St Mihiel

When the USA declared war in April 1917, President Woodrow Wilson sent the American Expeditionary Force (AEF) under the command of General John Pershing to the Western Front. By May 1918, there were over 500,500 US soldiers in France.

The German held St Mihiel salient was chosen for the US Army's first offensive. Pershing and 300,000 troops assembled at this sector in early September. The German High Command, aware the attack was coming, ordered a partial withdrawal of troops.

The withdrawal was still in progress when the US Army attacked on 12th September. A secondary assault, by 110,000 French troops, took place three hours later. Over 1,400 aircraft under the command of General William Mitchell, supported the advancing US and French troops. On the first day the main attack advanced 9km to reach Thiancourt and the the French troops captured the village of Dommartin. By 16th September, the entire St Mihiel salient was under Allied control.

The Western Front, July-November, 1918
The Western Front, July-November, 1918

Primary Sources

(1) Edward Rickenbacker, the leading USA War Ace, took part in the St Mihiel Offensive.

At dinner that night - the night of my arrival word came to us that the Big Show was to start at five o'clock the following morning.

Precisely at five o'clock I was awakened by the thundering of thousands of colossal guns. It was September 12, 1918. The St. Mihiel Drive was on!

Leaping out of bed I put my head outside the tent. We had received orders to be over the lines at daybreak in large formations. It was an exciting moment in my life as I realized that the great American attack upon which so many hopes had been fastened was actually on. I suppose every American in the world wanted to be in that great attack. The very sound of the guns thrilled one and filled one with excitement The good reputation of America seemed bound up in the outcome of that attack.

Dressing with great haste I ran over through the rain to the mess hall. There I found groups of the fellows all standing about impatiently awaiting the chance to get away. But the weather was certainly too bad to attempt any flight to the lines. We were compelled to wait until daylight to see the true state of the heavens.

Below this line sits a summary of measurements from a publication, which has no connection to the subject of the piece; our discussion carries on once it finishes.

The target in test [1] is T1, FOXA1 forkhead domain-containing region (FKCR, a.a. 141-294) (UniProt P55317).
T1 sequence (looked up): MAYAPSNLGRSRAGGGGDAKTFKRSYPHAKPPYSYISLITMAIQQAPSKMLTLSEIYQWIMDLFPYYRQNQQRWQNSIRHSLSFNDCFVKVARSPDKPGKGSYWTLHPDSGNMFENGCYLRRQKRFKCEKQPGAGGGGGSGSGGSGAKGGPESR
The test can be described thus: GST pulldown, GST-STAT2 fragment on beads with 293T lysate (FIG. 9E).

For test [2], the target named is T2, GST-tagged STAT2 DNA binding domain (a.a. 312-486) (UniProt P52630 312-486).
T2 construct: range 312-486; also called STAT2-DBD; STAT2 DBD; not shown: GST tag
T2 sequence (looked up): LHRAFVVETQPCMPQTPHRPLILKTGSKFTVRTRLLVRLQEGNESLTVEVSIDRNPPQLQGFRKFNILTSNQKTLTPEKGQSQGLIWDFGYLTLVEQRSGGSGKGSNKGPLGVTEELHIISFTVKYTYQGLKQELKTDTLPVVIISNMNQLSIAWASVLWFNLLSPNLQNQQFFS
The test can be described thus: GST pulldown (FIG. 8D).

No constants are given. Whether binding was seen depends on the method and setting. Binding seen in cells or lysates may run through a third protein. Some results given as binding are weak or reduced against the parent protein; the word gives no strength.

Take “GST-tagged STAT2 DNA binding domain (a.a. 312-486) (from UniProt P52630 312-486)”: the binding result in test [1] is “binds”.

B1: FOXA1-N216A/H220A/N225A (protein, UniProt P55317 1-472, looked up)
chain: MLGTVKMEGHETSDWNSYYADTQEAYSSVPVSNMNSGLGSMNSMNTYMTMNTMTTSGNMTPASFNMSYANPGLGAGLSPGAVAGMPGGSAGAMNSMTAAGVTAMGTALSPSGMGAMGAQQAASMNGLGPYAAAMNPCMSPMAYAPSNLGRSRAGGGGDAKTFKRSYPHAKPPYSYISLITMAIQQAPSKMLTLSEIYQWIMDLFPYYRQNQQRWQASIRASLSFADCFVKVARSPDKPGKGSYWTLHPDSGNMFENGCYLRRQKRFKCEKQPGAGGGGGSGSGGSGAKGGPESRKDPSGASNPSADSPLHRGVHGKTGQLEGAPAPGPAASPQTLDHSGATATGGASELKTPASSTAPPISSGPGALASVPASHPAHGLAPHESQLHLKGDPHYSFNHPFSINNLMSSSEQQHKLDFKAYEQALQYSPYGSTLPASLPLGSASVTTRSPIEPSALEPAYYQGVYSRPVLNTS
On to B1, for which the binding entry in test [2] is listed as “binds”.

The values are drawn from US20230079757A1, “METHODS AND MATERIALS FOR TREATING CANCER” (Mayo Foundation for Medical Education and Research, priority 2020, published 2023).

About noon word came to us that the attack was progressing quite favorably. None of our machines had been able to get up. It was still raining but the visibility was getting better. We could see that the clouds were nearly a thousand feet above the ground.

Taking Reed Chambers one side, I proposed to him that despite the rain we try a short flip over the lines to see for ourselves what it was like. He agreed and while the others were at lunch we climbed into our machines and made off. At 60 feet above ground we found that we were just under the clouds and still had quite a long view of the landscape.

Flying straight east to St. Mihiel, we crossed the Meuse River and turned down its valley towards Verdun. Many fires were burning under us as we flew, most of them well on the German side of the river. Villages, haystacks, ammunition dumps and supplies were being set ablaze by the retreating Huns.

We proceeded as far as Verdun. Then turning east we continued flying at our low altitude and passed over Fresnes and Vigneulles.

Vigneulles was the objective point of the American forces. It lies east of Verdun some fifteen miles and about the same distance north of St. Mihiel. One American army was pushing towards it from a point just south of Verdun while the other attack was made from the opposite side of the salient. Like irresistible pincers, the two forces were drawing nearer and nearer to this objective point. The German troops who were still inside the salient would soon be caught inside the pincers.

As Reed and I turned south from Vigneulles we saw that the main highway running north to Metz was black with hurrying men and vehicles. Guns, stores and ammunition were being hauled away to safety with all possible speed. We continued on south through the very heart of the St. Mihiel salient, flying always low above the roadway which connected Vigneulles with St. Mihiel. Here, likewise, we found the Germans in full cry to the rear.

One especially attractive target presented itself to us as we flew along this road. A whole battery of Boche three-inch guns was coming towards us on the double. They covered fully half a mile of the roadway.

Dipping down at the head of the column I sprinkled a few bullets over the leading teams. Horses fell right and left. One driver leaped from his seat and started running for the ditch. Half-way across the road he threw up his arms and rolled over, upon his face. He had stepped full in front of my stream of machine-gun bullets!

All down the line we continued our fire - now tilting our aeroplanes down for a short burst, then zooming back up for a little altitude in which to repeat the performance. The whole column was thrown into the wildest confusion. Horses plunged and broke away. Some were killed and fell in their tracks. Most of the drivers and gunners had taken to the trees before we reached them. Our little visit must have cost them an hour's delay.

Passing over St. Mihiel, we hastened on to our aerodrome. There we immediately telephoned headquarters information of what we had seen and particularly of the last column of artillery we had shot up in its retreat from St. Mihiel. This was evidently splendid news and exactly what G. H. Q. had been anxious to know, for they questioned us closely upon this subject, inquiring whether or not we were convinced that the Germans were actually quitting St. Mihiel.